Hey Tony, having not read your book (yet), I find it hard to comment. However, I have very much appreciated your blog posts on the topic thus far. I read Bob’s review, and while of his points are well made (the points you seem to also acknowledge), I wonder if there is too much of a “progress” mentality in his view of the early church. Of course we must acknowledge the very different place we are at from where (and when) the “primitive Christians” were at, but this shouldn’t be read as “They were simply children and we are mature adults”. This view can undermine our eschatology a great deal. Any thoughts on that?

  • http://www.arnizachariassen.com/ithinkibelieve Arni Zachariassen

    That jab in the second review was uncalled for, but predictable.

  • Bob

    I’m truly sorry if that felt like a jab- it wasn’t meant as such. But looking at it now, I can see how you might read it that way- so for that I apologize.
    As I wrote that, I really wasn’t thinking beyond the small community you were describing and it was an honest, if overly pointed question.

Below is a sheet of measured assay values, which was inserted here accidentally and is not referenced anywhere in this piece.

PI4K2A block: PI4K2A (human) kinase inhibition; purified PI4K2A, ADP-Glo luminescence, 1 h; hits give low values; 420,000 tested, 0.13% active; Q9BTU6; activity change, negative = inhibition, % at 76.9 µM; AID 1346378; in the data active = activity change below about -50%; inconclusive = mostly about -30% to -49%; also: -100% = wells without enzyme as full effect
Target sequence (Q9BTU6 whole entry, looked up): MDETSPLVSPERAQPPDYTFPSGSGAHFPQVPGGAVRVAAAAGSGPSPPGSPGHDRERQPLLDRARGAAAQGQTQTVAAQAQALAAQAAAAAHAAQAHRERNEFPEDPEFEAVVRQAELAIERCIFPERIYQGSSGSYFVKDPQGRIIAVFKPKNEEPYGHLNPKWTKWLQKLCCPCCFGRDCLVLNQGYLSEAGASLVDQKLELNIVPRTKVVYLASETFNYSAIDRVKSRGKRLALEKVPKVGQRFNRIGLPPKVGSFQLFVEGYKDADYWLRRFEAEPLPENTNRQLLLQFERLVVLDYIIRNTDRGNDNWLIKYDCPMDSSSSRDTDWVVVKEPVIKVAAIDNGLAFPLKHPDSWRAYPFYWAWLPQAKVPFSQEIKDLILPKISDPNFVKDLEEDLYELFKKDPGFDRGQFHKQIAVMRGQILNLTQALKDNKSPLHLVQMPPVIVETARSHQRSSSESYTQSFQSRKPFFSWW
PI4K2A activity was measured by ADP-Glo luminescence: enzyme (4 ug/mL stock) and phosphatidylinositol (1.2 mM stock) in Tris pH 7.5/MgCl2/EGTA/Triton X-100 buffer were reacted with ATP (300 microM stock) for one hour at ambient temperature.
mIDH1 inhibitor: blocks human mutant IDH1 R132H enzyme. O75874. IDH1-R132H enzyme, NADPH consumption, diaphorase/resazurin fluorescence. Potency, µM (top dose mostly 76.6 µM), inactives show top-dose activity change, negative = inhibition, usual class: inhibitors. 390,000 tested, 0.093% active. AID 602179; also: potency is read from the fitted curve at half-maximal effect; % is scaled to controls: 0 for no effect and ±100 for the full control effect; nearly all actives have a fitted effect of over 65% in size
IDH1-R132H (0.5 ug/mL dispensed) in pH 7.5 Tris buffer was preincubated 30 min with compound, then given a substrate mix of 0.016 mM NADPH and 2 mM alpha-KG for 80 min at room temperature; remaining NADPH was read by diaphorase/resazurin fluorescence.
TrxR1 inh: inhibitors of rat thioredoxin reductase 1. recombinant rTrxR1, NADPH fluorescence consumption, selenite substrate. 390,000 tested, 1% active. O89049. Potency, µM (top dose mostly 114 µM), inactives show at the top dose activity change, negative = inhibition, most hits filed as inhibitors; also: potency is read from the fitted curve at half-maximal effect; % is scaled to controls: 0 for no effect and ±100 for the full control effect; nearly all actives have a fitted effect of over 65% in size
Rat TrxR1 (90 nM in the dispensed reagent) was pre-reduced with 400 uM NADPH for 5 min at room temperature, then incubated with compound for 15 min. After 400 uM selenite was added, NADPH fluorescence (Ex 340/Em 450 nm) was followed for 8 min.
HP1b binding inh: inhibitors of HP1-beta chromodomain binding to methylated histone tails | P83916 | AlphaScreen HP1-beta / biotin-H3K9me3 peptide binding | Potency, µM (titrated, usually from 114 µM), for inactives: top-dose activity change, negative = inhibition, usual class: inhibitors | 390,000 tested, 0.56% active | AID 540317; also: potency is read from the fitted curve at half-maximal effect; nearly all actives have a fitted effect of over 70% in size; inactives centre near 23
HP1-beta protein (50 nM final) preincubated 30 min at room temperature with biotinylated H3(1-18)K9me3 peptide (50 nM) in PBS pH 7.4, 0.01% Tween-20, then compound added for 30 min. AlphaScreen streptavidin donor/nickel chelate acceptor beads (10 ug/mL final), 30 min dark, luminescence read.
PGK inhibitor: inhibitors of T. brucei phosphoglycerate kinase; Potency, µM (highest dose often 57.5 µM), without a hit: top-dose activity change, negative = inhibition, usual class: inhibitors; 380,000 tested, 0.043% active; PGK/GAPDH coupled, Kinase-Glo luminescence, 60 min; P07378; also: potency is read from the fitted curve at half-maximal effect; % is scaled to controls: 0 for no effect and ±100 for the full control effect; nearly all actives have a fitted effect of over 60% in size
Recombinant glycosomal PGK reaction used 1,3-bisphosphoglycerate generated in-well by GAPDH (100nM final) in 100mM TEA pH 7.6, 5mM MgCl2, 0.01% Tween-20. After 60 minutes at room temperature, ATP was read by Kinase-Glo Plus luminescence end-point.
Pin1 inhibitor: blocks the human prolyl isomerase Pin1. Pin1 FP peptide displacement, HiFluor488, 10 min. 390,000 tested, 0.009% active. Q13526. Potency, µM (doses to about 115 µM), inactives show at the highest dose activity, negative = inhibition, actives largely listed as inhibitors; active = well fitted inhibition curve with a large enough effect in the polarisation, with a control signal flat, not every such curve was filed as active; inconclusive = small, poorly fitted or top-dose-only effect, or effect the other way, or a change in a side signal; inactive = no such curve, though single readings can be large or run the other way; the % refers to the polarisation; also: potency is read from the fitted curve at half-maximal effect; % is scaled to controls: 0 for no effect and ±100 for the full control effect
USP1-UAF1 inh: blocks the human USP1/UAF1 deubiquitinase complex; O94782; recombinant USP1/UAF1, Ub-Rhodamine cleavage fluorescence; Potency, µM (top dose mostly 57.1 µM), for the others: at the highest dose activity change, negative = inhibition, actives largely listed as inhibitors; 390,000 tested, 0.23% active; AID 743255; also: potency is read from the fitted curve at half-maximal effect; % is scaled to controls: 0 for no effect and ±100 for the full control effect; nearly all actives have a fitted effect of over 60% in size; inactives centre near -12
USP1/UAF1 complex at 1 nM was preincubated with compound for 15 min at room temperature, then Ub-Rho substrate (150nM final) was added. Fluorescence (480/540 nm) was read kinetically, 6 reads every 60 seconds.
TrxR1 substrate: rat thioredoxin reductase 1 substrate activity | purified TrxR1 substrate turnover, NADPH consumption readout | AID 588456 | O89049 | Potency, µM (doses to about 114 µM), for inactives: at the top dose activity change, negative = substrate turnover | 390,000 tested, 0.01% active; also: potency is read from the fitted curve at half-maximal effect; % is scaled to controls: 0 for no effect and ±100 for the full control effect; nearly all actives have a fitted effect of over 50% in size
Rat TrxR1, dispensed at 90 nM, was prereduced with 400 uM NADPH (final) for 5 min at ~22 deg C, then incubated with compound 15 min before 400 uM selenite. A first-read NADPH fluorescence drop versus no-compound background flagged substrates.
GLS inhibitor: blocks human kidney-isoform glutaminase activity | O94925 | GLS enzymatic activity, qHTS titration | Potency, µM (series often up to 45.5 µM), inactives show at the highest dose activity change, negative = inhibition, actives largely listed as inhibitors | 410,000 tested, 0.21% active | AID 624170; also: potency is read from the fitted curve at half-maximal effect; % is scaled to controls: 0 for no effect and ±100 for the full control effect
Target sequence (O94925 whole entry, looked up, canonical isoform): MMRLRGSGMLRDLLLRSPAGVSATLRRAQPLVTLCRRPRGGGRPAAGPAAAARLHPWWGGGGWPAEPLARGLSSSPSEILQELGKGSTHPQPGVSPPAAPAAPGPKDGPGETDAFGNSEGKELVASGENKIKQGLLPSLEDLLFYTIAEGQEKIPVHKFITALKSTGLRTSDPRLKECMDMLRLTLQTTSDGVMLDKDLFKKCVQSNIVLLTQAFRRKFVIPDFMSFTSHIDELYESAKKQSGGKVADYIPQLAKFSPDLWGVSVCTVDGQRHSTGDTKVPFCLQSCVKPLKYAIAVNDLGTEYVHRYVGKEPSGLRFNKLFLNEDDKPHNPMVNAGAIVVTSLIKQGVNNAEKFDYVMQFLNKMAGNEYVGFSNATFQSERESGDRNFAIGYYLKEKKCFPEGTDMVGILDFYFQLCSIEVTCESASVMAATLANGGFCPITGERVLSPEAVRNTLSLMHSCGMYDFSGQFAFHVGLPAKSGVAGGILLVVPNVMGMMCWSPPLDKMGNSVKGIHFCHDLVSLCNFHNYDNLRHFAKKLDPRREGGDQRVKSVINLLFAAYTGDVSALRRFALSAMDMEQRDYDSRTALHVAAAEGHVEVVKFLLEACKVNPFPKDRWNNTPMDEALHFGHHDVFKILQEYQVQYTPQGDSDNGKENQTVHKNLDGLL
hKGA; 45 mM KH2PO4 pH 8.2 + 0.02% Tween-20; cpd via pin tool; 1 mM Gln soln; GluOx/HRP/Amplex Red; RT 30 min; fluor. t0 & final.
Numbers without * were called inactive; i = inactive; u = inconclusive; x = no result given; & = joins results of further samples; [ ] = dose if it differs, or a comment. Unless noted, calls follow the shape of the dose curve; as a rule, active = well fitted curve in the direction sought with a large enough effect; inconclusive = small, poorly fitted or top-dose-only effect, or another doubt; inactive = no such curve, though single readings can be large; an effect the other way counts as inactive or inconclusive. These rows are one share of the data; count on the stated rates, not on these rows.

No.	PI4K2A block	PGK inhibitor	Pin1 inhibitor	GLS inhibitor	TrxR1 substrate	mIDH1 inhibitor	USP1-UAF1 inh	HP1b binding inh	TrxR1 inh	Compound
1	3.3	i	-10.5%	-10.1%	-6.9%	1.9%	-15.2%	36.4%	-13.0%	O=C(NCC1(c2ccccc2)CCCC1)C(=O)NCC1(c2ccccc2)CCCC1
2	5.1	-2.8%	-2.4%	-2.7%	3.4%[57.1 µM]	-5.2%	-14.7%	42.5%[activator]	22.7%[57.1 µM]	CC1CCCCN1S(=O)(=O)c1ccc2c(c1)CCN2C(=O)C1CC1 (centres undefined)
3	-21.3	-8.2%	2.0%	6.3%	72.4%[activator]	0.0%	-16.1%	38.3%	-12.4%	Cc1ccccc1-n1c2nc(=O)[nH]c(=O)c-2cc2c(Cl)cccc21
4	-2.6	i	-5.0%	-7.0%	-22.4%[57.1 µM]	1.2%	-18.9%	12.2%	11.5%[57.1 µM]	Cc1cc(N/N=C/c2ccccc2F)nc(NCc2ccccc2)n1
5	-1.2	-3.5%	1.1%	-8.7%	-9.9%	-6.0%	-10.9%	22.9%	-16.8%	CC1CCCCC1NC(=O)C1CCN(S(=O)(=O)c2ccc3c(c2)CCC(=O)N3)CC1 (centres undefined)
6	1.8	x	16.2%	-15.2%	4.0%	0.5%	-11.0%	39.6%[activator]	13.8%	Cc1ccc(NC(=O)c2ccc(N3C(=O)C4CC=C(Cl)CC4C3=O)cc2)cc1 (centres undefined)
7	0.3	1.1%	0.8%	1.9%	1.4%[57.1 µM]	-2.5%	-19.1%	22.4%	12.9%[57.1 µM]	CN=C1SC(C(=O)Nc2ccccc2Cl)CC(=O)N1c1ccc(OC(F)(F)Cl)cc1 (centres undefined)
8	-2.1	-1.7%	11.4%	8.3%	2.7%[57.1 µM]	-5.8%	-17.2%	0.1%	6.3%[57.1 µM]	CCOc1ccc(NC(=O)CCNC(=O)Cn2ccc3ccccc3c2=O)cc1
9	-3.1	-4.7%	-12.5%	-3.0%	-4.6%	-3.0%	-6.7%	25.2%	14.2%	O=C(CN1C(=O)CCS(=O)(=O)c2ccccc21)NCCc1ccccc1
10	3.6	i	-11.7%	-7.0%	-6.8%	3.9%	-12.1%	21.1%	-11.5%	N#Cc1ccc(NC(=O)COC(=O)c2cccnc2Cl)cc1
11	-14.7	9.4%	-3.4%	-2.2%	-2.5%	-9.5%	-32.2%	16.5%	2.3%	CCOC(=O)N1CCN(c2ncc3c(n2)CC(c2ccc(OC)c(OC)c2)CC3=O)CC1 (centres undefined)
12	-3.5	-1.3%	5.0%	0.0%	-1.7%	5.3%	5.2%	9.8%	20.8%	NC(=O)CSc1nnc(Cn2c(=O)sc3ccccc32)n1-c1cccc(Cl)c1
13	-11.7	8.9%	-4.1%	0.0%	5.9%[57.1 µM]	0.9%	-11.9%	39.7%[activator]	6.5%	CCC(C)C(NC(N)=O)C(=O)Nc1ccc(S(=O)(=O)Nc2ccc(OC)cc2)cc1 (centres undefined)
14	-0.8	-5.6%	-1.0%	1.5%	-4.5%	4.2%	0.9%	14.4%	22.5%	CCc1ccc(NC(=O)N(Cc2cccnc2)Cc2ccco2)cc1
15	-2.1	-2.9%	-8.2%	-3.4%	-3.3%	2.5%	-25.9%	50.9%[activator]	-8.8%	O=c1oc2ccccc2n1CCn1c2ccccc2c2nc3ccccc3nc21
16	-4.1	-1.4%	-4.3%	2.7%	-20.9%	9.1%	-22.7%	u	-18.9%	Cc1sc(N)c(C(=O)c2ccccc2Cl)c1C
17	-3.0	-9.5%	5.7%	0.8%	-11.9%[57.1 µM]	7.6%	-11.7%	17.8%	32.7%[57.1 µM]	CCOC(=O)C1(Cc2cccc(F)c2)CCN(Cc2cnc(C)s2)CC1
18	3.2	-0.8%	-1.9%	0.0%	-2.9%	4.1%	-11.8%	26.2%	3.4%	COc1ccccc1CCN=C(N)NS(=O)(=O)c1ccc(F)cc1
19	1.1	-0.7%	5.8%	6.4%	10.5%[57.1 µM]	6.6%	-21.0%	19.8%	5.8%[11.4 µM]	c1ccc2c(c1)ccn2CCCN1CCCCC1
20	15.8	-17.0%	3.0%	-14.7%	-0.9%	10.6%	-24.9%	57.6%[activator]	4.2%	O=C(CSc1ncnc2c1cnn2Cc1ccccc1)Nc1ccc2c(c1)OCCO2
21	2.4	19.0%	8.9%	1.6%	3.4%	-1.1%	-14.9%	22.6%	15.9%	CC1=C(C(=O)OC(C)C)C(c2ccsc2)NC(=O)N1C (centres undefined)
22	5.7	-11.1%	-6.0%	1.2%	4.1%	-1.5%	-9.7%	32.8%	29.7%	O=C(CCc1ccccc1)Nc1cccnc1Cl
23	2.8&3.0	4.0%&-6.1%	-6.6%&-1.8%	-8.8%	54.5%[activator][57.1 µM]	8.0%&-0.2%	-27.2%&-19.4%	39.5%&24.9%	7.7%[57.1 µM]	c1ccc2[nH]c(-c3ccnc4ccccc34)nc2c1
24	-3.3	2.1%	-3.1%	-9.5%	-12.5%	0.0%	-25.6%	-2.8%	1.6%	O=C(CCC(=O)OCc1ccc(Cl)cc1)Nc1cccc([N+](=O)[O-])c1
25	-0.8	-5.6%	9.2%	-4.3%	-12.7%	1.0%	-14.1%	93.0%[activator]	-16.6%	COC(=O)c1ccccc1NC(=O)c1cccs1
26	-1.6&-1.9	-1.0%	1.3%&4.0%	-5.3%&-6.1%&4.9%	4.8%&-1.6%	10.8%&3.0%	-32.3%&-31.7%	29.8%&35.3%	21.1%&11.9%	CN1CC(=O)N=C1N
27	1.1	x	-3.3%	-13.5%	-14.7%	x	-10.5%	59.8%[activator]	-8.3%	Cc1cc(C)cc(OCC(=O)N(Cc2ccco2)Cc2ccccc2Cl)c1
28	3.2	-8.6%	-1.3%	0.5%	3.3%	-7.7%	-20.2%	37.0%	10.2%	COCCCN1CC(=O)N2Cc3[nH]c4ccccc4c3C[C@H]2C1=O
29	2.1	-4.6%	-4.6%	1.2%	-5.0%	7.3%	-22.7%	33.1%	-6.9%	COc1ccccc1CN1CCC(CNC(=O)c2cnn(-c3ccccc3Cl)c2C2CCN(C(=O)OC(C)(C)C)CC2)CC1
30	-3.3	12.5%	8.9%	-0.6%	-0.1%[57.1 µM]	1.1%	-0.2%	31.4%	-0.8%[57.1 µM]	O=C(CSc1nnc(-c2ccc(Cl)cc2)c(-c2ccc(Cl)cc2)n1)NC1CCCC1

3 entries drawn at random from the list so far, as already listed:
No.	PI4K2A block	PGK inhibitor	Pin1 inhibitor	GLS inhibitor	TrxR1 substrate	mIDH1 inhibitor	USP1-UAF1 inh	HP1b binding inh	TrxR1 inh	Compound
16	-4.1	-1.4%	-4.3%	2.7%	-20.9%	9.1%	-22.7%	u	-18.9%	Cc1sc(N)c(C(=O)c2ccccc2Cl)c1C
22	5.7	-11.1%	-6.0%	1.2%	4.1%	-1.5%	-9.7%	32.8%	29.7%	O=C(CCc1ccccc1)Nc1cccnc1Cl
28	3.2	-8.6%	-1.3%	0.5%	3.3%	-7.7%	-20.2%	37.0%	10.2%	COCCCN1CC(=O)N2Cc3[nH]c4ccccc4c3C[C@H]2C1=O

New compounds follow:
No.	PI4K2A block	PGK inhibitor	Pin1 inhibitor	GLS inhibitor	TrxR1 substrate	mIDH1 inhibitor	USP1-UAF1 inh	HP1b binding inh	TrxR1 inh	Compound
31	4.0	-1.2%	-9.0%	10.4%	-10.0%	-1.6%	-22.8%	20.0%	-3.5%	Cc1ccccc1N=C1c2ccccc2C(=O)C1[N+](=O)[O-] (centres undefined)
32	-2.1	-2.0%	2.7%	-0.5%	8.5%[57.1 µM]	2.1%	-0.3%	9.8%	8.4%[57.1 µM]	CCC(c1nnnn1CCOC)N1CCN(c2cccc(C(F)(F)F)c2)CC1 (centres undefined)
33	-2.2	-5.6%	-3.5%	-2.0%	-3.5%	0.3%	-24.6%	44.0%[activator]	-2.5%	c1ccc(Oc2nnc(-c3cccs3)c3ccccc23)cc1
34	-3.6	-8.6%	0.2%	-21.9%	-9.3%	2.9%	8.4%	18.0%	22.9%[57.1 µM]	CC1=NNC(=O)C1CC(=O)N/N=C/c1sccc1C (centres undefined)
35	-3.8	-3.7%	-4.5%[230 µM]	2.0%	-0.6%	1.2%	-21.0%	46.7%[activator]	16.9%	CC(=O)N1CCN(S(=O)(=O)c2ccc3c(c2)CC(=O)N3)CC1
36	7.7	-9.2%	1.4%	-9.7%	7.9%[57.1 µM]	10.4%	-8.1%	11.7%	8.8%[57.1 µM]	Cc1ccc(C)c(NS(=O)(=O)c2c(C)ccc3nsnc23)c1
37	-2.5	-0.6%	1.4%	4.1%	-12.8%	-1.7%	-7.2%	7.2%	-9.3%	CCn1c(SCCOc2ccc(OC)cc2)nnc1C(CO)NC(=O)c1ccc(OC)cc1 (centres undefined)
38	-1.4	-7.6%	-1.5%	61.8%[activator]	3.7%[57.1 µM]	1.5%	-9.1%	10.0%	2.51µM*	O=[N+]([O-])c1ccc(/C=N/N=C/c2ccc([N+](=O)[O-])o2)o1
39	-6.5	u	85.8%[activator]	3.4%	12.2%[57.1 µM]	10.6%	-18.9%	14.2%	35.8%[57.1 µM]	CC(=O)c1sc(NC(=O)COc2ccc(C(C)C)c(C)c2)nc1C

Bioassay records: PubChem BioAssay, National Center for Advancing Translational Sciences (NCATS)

Try to remember- as you write about your friends, you read what you write from the informed place of knowing all kind of details readers aren’t priveledged to know- you know how they interact with prayer, scripture, the Christian calendar, each other… And a whole host of other details that either couldn’t be discussed or were only touched on briefly- so when I ask, I do so as someone who knows very little beyond what you’ve described- a community that seems to hold this Didache document very highly, & wants to live a “doctrineless” Christianity… Something I’m not convinced is a. healthy or b. possible, especially if one were to take the NT as seriously as you describe them taking the Didache. So, like I say- something I honestly wondered as I read.